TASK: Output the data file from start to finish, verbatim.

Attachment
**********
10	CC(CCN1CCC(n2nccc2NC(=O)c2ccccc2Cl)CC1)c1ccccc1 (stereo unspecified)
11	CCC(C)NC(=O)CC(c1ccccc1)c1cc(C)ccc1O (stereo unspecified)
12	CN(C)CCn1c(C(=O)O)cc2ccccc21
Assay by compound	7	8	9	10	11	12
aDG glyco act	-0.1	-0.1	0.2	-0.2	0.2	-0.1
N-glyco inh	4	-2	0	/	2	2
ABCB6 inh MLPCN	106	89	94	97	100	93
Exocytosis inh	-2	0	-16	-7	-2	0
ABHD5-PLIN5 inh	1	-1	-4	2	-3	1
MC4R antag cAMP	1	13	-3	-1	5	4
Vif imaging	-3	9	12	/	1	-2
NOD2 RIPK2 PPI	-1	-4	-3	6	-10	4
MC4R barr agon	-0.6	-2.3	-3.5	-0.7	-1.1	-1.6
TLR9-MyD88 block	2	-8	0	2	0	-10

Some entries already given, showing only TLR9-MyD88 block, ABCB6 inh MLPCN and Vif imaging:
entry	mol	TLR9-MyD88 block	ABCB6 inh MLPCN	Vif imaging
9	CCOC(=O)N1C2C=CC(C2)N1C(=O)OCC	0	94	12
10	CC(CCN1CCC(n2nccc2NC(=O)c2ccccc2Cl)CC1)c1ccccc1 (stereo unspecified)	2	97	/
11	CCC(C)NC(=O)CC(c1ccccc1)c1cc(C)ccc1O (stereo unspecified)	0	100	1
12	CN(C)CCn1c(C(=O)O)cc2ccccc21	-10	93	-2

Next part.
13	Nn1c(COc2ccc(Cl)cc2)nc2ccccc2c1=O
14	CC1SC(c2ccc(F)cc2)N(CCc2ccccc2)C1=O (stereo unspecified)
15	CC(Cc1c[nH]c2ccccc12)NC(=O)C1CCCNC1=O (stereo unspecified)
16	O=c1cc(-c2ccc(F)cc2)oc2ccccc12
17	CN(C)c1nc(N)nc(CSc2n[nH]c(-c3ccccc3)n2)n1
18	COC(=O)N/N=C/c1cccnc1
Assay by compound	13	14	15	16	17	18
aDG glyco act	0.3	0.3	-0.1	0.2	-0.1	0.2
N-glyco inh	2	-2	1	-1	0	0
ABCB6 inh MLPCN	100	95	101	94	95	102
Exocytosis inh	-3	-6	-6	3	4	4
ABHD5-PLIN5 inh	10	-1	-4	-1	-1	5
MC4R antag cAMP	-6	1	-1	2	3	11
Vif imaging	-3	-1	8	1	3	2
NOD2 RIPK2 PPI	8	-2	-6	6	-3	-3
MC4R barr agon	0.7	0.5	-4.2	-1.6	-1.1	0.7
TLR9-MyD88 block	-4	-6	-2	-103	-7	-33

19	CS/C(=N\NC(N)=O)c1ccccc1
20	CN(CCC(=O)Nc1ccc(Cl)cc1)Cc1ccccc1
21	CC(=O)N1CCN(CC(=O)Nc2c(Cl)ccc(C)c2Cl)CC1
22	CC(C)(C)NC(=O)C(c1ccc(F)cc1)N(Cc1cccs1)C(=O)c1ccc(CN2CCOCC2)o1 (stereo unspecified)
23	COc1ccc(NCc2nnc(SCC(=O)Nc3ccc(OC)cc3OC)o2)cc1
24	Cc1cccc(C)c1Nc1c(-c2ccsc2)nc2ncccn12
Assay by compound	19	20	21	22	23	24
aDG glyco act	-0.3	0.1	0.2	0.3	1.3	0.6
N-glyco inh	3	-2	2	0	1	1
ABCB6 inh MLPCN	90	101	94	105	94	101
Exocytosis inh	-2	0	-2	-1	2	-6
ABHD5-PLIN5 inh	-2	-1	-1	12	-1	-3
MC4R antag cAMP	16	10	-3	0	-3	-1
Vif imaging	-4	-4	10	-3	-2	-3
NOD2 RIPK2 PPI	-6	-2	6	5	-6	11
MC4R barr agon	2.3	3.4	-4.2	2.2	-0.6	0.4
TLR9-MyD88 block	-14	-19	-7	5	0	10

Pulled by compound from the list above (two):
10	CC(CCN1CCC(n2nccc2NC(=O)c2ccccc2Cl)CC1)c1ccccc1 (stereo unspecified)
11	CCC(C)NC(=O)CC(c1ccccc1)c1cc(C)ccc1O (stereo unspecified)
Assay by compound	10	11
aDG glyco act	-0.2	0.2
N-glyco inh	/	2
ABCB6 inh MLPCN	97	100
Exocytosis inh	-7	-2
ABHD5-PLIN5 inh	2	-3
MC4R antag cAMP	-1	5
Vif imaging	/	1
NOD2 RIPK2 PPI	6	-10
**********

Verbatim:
10	CC(CCN1CCC(n2nccc2NC(=O)c2ccccc2Cl)CC1)c1ccccc1 (stereo unspecified)
11	CCC(C)NC(=O)CC(c1ccccc1)c1cc(C)ccc1O (stereo unspecified)
12	CN(C)CCn1c(C(=O)O)cc2ccccc21
Assay by compound	7	8	9	10	11	12
aDG glyco act	-0.1	-0.1	0.2	-0.2	0.2	-0.1
N-glyco inh	4	-2	0	/	2	2
ABCB6 inh MLPCN	106	89	94	97	100	93
Exocytosis inh	-2	0	-16	-7	-2	0
ABHD5-PLIN5 inh	1	-1	-4	2	-3	1
MC4R antag cAMP	1	13	-3	-1	5	4
Vif imaging	-3	9	12	/	1	-2
NOD2 RIPK2 PPI	-1	-4	-3	6	-10	4
MC4R barr agon	-0.6	-2.3	-3.5	-0.7	-1.1	-1.6
TLR9-MyD88 block	2	-8	0	2	0	-10

Some entries already given, showing only TLR9-MyD88 block, ABCB6 inh MLPCN and Vif imaging:
entry	mol	TLR9-MyD88 block	ABCB6 inh MLPCN	Vif imaging
9	CCOC(=O)N1C2C=CC(C2)N1C(=O)OCC	0	94	12
10	CC(CCN1CCC(n2nccc2NC(=O)c2ccccc2Cl)CC1)c1ccccc1 (stereo unspecified)	2	97	/
11	CCC(C)NC(=O)CC(c1ccccc1)c1cc(C)ccc1O (stereo unspecified)	0	100	1
12	CN(C)CCn1c(C(=O)O)cc2ccccc21	-10	93	-2

Next part.
13	Nn1c(COc2ccc(Cl)cc2)nc2ccccc2c1=O
14	CC1SC(c2ccc(F)cc2)N(CCc2ccccc2)C1=O (stereo unspecified)
15	CC(Cc1c[nH]c2ccccc12)NC(=O)C1CCCNC1=O (stereo unspecified)
16	O=c1cc(-c2ccc(F)cc2)oc2ccccc12
17	CN(C)c1nc(N)nc(CSc2n[nH]c(-c3ccccc3)n2)n1
18	COC(=O)N/N=C/c1cccnc1
Assay by compound	13	14	15	16	17	18
aDG glyco act	0.3	0.3	-0.1	0.2	-0.1	0.2
N-glyco inh	2	-2	1	-1	0	0
ABCB6 inh MLPCN	100	95	101	94	95	102
Exocytosis inh	-3	-6	-6	3	4	4
ABHD5-PLIN5 inh	10	-1	-4	-1	-1	5
MC4R antag cAMP	-6	1	-1	2	3	11
Vif imaging	-3	-1	8	1	3	2
NOD2 RIPK2 PPI	8	-2	-6	6	-3	-3
MC4R barr agon	0.7	0.5	-4.2	-1.6	-1.1	0.7
TLR9-MyD88 block	-4	-6	-2	-103	-7	-33

19	CS/C(=N\NC(N)=O)c1ccccc1
20	CN(CCC(=O)Nc1ccc(Cl)cc1)Cc1ccccc1
21	CC(=O)N1CCN(CC(=O)Nc2c(Cl)ccc(C)c2Cl)CC1
22	CC(C)(C)NC(=O)C(c1ccc(F)cc1)N(Cc1cccs1)C(=O)c1ccc(CN2CCOCC2)o1 (stereo unspecified)
23	COc1ccc(NCc2nnc(SCC(=O)Nc3ccc(OC)cc3OC)o2)cc1
24	Cc1cccc(C)c1Nc1c(-c2ccsc2)nc2ncccn12
Assay by compound	19	20	21	22	23	24
aDG glyco act	-0.3	0.1	0.2	0.3	1.3	0.6
N-glyco inh	3	-2	2	0	1	1
ABCB6 inh MLPCN	90	101	94	105	94	101
Exocytosis inh	-2	0	-2	-1	2	-6
ABHD5-PLIN5 inh	-2	-1	-1	12	-1	-3
MC4R antag cAMP	16	10	-3	0	-3	-1
Vif imaging	-4	-4	10	-3	-2	-3
NOD2 RIPK2 PPI	-6	-2	6	5	-6	11
MC4R barr agon	2.3	3.4	-4.2	2.2	-0.6	0.4
TLR9-MyD88 block	-14	-19	-7	5	0	10

Pulled by compound from the list above (two):
10	CC(CCN1CCC(n2nccc2NC(=O)c2ccccc2Cl)CC1)c1ccccc1 (stereo unspecified)
11	CCC(C)NC(=O)CC(c1ccccc1)c1cc(C)ccc1O (stereo unspecified)
Assay by compound	10	11
aDG glyco act	-0.2	0.2
N-glyco inh	/	2
ABCB6 inh MLPCN	97	100
Exocytosis inh	-7	-2
ABHD5-PLIN5 inh	2	-3
MC4R antag cAMP	-1	5
Vif imaging	/	1
NOD2 RIPK2 PPI	6	-10